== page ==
God requires man to co-operate with His grace, for He is wise, and desires to lead His creatures to their appointed end by means of, and in harmony with, the nature He has given them; He is just, and wills to grant them eternal happiness as a reward; He is good, and concedes them the joy of winning Heaven for themselves, with the aid of Divine grace.--Fr. Tilmann Pesch S.J. (1836-99)

It is essential that man should co-operate with Divine grace in the work of his salvation. God has made the well, but we must draw from it in our own bucket. He gives superabundantly, but we must stretch out our hand to receive His gift.--Fr. Tilmann Pesch S.J. (1836-99)

Throughout the Christian revelation, our eternal destiny is clearly shown to be dependent on our actions here on earth. Each one of us makes or mars his own happiness.--Fr. Tilmann Pesch S.J. (1836-99)

Grace is like dew which falls from the fountain of Divine truth and justice upon our poor hearts, lest they should wither away in the waterless desert of human life.--Fr. Tilmann Pesch S.J. (1836-99)

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Re: Fr. Tilmann Pesch S.J. (1836-99)

Message  Javier le Mer 22 Mar 2017, 4:45 pm

The Catholic Church was founded not by man, but by God.--Fr. Tilmann Pesch S.J. (1836-99)

Thou art God's debtor: He requires and exacts from thee a life of piety.--Fr. Tilmann Pesch S.J. (1836-99)

He who has courage to subject his pride and sensuality to the love of truth will assuredly attain to the knowledge of God.--Fr. Tilmann Pesch S.J. (1836-99)

To do the will of God is to be truly worthy; to do other than the will of God is to be barren of all worth.--Fr. Tilmann Pesch S.J. (1836-99)

There are two facts which ought to attract all thinking minds irresistibly towards the Church—man's inherent consciousness of his need of help, and the reality of the Christian revelation.--Fr. Tilmann Pesch S.J. (1836-99)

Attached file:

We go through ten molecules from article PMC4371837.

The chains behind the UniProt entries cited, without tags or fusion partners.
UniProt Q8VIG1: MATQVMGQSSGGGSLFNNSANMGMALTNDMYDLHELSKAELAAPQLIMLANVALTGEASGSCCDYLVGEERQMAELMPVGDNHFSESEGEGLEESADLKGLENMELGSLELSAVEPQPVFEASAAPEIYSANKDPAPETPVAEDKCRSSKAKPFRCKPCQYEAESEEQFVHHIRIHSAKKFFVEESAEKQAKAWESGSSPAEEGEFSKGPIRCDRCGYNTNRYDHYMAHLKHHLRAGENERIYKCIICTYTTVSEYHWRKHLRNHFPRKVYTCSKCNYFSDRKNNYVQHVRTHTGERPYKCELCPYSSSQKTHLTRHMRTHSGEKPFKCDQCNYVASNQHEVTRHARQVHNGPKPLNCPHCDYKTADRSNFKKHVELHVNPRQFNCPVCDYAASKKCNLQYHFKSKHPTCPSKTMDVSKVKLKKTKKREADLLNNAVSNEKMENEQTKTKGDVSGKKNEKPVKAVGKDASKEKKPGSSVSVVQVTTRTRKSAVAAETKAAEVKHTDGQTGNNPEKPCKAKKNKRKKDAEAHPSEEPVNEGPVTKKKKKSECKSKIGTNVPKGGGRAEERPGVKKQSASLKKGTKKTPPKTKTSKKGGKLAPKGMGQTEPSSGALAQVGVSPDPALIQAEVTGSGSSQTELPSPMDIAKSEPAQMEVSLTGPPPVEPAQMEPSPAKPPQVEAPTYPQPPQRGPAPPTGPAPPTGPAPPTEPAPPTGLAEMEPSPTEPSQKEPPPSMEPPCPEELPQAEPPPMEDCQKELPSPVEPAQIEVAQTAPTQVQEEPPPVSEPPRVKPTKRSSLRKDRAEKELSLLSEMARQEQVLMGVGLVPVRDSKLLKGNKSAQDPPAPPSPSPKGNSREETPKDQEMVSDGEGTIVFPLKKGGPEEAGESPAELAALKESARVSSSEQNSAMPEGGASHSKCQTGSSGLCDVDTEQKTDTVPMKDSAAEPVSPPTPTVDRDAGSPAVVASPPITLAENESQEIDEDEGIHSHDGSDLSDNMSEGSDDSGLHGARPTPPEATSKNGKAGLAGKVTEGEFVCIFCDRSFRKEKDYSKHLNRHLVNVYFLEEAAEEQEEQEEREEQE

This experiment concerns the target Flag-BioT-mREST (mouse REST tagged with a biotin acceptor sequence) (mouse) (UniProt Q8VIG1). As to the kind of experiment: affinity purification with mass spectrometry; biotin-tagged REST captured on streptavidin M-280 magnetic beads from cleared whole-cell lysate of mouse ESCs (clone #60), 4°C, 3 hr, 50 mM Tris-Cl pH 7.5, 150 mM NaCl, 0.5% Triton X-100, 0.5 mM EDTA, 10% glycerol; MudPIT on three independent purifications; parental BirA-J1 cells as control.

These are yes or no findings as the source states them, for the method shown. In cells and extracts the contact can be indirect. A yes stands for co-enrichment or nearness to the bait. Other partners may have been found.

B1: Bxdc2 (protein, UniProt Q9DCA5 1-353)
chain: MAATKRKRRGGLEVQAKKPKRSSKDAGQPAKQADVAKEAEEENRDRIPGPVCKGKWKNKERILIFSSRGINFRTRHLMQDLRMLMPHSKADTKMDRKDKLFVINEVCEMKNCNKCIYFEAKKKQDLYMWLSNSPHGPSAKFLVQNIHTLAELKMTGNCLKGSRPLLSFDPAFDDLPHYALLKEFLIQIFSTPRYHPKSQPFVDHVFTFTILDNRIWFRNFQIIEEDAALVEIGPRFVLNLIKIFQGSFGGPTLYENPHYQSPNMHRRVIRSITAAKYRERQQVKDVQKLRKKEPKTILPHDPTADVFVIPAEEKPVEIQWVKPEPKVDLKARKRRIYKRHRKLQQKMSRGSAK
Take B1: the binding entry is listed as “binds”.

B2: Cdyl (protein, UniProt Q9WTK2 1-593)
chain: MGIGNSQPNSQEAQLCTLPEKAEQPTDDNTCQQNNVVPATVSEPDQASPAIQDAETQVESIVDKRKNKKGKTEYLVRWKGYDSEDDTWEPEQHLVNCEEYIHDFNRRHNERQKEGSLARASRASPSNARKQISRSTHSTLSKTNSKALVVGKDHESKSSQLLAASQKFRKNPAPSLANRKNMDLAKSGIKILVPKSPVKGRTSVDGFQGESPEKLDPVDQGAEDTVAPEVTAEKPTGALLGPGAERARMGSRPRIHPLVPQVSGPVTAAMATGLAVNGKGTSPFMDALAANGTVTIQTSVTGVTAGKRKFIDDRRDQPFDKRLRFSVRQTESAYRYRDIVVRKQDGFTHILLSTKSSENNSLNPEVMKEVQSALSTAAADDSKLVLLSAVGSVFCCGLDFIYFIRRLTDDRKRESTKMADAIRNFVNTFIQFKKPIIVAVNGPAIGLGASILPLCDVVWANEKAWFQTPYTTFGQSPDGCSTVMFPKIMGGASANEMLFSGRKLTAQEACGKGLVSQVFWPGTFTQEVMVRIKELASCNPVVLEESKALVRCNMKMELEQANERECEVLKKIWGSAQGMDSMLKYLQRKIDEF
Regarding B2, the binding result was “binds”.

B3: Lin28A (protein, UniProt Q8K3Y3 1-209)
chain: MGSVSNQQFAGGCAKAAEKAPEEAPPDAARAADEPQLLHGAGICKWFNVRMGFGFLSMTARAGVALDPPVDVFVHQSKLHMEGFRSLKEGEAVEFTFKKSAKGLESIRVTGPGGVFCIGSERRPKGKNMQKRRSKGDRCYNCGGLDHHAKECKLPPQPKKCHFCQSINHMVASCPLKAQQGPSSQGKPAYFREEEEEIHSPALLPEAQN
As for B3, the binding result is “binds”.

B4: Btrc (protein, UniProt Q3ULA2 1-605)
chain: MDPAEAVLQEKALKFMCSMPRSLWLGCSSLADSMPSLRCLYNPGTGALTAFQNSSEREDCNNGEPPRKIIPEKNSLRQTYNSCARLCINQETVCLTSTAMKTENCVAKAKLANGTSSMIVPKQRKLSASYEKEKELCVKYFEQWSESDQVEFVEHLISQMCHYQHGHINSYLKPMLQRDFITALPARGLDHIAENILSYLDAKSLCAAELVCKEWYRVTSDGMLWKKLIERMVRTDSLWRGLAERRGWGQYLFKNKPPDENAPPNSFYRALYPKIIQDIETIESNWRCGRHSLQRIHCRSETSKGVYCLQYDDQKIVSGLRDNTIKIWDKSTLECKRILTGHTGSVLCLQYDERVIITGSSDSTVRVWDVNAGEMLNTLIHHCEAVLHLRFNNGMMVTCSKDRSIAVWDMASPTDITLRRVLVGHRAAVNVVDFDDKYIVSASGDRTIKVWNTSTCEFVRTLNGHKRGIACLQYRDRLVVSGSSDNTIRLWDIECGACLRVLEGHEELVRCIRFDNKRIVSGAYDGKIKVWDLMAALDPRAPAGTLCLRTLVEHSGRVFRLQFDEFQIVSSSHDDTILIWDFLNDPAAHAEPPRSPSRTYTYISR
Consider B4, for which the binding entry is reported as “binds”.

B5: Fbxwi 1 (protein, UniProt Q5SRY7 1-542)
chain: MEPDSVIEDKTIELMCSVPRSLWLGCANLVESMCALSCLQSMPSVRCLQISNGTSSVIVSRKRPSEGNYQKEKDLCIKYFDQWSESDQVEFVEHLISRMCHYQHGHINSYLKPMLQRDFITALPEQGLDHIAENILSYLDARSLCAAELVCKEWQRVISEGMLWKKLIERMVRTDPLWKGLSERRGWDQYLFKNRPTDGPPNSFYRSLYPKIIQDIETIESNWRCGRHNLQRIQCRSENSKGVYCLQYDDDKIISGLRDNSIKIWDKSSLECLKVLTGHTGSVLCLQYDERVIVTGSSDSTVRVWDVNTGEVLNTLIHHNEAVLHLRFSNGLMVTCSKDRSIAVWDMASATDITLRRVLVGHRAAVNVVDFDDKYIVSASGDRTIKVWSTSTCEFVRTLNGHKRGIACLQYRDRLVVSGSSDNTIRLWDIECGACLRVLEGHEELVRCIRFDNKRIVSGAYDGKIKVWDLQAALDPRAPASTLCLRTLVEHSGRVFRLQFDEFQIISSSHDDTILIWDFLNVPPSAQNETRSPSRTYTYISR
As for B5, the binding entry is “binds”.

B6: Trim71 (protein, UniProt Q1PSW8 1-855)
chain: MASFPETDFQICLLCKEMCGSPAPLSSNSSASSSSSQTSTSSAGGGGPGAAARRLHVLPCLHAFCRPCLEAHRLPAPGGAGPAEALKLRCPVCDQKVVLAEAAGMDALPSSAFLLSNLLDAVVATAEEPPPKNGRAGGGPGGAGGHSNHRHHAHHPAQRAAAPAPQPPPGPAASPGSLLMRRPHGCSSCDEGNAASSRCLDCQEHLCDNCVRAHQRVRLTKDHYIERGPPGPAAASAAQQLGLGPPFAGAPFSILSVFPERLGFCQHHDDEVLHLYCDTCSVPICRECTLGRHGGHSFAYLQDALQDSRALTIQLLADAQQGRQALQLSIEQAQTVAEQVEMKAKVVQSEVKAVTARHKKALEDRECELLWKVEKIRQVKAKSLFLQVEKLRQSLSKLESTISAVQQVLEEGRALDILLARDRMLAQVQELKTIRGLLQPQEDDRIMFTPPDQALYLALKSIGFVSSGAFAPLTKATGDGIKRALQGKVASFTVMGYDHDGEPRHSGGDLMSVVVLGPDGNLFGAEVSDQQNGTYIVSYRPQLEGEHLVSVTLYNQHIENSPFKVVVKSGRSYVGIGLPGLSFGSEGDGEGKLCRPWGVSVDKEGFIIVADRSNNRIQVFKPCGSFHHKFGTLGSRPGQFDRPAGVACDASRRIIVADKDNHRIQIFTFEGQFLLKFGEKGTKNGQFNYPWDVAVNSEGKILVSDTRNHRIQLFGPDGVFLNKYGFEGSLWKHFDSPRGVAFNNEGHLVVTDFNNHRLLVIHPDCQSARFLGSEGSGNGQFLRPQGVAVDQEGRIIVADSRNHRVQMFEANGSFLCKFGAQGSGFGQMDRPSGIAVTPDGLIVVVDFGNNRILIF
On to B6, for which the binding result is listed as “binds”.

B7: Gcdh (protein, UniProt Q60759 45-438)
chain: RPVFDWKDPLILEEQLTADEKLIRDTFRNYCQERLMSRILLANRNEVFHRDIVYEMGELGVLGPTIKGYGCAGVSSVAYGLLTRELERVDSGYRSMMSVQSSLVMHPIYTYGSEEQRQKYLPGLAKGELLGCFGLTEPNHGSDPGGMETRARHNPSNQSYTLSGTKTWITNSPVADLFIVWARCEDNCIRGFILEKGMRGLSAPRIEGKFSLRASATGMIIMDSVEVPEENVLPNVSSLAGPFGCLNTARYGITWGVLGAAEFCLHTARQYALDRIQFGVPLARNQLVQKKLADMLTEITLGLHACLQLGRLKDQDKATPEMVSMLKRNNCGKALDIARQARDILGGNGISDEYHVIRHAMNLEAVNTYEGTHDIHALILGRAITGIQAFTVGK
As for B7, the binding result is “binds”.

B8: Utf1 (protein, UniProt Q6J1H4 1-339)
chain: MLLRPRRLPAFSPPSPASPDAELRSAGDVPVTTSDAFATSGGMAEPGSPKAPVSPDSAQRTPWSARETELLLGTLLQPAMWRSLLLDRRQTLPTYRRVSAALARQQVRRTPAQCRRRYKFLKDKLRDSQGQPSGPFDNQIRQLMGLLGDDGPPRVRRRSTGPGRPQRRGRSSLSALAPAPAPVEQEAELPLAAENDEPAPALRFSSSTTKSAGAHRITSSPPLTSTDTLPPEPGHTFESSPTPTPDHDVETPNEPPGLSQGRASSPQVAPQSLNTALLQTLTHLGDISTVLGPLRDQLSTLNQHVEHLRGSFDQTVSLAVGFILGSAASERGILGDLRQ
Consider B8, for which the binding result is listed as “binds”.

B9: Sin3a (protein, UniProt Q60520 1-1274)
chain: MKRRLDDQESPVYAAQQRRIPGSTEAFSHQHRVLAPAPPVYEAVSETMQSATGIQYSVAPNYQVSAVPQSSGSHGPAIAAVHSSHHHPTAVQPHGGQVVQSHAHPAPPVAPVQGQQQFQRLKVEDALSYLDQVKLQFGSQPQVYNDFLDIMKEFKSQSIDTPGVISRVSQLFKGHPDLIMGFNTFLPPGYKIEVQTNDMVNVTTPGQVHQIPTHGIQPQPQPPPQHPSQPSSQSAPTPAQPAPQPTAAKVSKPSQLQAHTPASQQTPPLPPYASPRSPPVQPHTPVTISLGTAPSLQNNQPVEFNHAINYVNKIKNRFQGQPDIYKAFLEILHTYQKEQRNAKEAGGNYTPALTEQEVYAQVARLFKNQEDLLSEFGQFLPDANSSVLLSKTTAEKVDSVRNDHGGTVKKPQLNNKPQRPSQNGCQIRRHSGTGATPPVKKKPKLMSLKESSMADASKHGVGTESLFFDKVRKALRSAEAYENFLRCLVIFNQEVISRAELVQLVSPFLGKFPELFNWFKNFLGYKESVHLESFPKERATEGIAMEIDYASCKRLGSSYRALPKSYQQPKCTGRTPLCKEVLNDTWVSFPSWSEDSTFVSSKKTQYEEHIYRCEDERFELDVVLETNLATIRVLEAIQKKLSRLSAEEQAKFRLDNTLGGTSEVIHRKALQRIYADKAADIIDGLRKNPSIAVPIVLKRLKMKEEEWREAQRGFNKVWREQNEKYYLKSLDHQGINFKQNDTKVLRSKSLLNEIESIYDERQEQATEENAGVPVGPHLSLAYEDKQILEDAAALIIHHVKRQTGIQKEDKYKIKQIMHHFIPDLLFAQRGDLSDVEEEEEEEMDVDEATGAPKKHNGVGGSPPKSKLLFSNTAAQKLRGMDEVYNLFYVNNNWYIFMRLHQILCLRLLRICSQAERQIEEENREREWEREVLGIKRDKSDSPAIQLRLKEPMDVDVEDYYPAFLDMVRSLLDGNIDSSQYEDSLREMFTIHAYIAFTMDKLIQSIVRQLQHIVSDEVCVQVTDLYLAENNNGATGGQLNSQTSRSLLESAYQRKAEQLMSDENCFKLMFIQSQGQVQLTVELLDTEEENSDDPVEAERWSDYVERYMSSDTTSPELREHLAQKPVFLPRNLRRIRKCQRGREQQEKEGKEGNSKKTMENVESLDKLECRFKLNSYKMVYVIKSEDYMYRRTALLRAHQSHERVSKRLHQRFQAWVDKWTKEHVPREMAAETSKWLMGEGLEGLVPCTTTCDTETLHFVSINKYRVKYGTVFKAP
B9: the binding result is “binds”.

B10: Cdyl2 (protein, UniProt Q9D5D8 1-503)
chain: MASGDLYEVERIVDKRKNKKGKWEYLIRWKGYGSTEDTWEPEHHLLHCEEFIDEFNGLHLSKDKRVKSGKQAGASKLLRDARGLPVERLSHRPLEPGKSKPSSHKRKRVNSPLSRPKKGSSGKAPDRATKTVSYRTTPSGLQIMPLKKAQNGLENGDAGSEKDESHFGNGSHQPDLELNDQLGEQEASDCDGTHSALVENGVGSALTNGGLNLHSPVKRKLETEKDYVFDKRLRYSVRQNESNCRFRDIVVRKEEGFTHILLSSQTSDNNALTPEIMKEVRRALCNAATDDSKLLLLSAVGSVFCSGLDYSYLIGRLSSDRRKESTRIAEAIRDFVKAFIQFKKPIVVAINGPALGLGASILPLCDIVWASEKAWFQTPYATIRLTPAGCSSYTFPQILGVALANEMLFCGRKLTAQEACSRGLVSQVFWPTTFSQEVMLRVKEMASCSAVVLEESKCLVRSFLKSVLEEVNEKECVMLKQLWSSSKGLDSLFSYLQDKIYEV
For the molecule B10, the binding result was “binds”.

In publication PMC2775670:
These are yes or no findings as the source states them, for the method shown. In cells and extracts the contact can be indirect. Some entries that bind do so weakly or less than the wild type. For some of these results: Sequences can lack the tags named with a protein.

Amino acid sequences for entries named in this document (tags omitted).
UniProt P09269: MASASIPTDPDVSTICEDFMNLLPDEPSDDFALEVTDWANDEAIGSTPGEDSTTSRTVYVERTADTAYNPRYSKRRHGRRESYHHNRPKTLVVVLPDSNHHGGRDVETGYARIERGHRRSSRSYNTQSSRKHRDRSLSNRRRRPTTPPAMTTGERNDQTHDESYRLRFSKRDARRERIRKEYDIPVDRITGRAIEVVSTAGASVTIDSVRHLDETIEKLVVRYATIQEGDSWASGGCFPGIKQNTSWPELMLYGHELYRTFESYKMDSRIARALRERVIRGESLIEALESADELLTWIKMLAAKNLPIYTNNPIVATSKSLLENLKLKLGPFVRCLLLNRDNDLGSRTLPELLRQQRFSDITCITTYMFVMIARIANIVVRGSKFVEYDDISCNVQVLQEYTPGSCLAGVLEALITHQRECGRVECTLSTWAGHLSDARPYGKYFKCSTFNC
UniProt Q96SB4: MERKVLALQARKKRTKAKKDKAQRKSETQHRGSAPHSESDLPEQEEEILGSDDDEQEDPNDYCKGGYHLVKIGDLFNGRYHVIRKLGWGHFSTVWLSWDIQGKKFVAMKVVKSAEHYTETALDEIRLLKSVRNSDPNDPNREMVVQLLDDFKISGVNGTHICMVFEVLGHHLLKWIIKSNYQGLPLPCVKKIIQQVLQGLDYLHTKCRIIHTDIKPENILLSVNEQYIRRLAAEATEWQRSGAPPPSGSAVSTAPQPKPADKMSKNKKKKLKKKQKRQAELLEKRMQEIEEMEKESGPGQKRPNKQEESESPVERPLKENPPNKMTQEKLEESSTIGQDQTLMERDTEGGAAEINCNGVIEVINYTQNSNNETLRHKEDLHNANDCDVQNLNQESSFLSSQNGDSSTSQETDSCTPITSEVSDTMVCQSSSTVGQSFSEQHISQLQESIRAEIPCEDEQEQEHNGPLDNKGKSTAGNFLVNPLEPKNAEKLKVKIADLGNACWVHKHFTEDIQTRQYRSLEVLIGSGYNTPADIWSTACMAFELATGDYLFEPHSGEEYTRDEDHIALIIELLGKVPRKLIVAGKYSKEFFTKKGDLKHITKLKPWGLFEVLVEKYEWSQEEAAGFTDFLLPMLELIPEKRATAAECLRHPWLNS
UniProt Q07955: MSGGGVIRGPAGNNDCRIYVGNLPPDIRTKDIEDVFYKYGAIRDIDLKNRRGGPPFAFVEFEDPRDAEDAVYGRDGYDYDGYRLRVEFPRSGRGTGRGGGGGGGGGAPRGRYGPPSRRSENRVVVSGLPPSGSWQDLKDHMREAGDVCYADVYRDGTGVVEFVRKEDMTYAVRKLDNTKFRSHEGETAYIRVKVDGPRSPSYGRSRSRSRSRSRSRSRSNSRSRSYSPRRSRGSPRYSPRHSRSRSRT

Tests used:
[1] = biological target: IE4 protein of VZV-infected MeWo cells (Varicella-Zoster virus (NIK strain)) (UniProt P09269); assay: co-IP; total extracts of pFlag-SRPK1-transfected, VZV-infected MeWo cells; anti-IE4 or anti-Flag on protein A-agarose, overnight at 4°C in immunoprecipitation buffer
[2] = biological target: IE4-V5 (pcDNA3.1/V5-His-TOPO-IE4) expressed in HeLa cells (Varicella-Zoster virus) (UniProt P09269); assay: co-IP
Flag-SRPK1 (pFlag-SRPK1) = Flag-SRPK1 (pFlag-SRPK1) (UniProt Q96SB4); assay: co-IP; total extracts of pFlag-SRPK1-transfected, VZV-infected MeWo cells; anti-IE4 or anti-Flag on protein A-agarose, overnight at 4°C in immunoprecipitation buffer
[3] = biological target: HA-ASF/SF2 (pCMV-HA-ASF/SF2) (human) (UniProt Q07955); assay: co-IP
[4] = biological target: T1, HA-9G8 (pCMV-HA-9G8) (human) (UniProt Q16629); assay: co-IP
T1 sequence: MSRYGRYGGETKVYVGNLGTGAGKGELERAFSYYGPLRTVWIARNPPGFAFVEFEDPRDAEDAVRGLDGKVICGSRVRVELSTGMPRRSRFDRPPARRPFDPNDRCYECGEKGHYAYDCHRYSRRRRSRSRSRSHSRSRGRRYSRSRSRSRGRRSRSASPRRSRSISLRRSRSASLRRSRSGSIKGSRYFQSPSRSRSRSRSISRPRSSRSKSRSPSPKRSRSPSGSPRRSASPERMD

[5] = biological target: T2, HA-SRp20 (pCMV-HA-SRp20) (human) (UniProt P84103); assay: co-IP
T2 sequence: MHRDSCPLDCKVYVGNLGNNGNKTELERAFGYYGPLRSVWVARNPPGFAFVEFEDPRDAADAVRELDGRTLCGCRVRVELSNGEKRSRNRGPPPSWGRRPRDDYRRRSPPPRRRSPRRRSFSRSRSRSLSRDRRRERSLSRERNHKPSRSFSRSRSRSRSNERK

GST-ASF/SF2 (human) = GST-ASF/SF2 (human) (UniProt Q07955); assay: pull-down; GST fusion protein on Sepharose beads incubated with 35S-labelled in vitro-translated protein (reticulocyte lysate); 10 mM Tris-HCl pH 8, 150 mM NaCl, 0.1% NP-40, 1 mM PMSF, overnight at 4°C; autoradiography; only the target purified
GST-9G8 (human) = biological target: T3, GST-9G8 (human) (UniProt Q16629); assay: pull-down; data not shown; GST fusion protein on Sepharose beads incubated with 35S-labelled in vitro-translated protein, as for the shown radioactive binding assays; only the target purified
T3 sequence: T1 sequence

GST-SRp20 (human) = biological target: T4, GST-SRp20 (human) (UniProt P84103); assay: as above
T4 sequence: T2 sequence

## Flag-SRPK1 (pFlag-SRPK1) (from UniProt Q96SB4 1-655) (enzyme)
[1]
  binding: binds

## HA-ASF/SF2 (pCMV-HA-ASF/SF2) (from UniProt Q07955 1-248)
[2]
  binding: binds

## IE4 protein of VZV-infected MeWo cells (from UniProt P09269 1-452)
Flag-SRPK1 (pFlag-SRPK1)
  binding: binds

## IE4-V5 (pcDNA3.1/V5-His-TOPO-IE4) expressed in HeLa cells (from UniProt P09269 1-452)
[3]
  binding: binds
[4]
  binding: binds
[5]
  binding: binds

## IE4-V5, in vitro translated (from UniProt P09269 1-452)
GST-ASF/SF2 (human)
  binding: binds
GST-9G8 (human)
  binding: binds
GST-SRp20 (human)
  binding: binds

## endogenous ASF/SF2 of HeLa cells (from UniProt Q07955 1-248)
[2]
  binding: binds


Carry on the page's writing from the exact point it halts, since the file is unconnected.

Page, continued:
In Christ, God became not only our deliverer, but our Father, our Brother and our Life, in order that He might bring us the joyful tidings of the gift of His eternal love, of our adoption as sons, and of the heritage of Divine felicity which awaits us.--Fr. Tilmann Pesch S.J. (1836-99)

Can we conceive of truth and error as being alike to a God Who Himself is infinite truth? Can order and lawlessness find equal acceptance in the eyes of Him Who is infinite holiness?--Fr. Tilmann Pesch S.J. (1836-99)

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Re: Fr. Tilmann Pesch S.J. (1836-99)

Message  Javier le Jeu 23 Mar 2017, 8:17 pm

If I were to gather together every pain that I have suffered, every misery that has pierced the inmost depths of my soul, and then to take my stand in spirit beneath the Cross on which my Lord and Saviour hangs, what a mere nothing it would seem!

Yet my own sufferings may be a means to realising something of what the dying Christ underwent when he hung there upon the Cross.--Fr. Tilmann Pesch S.J. (1836-99)

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Re: Fr. Tilmann Pesch S.J. (1836-99)

Message  Javier le Ven 24 Mar 2017, 3:17 pm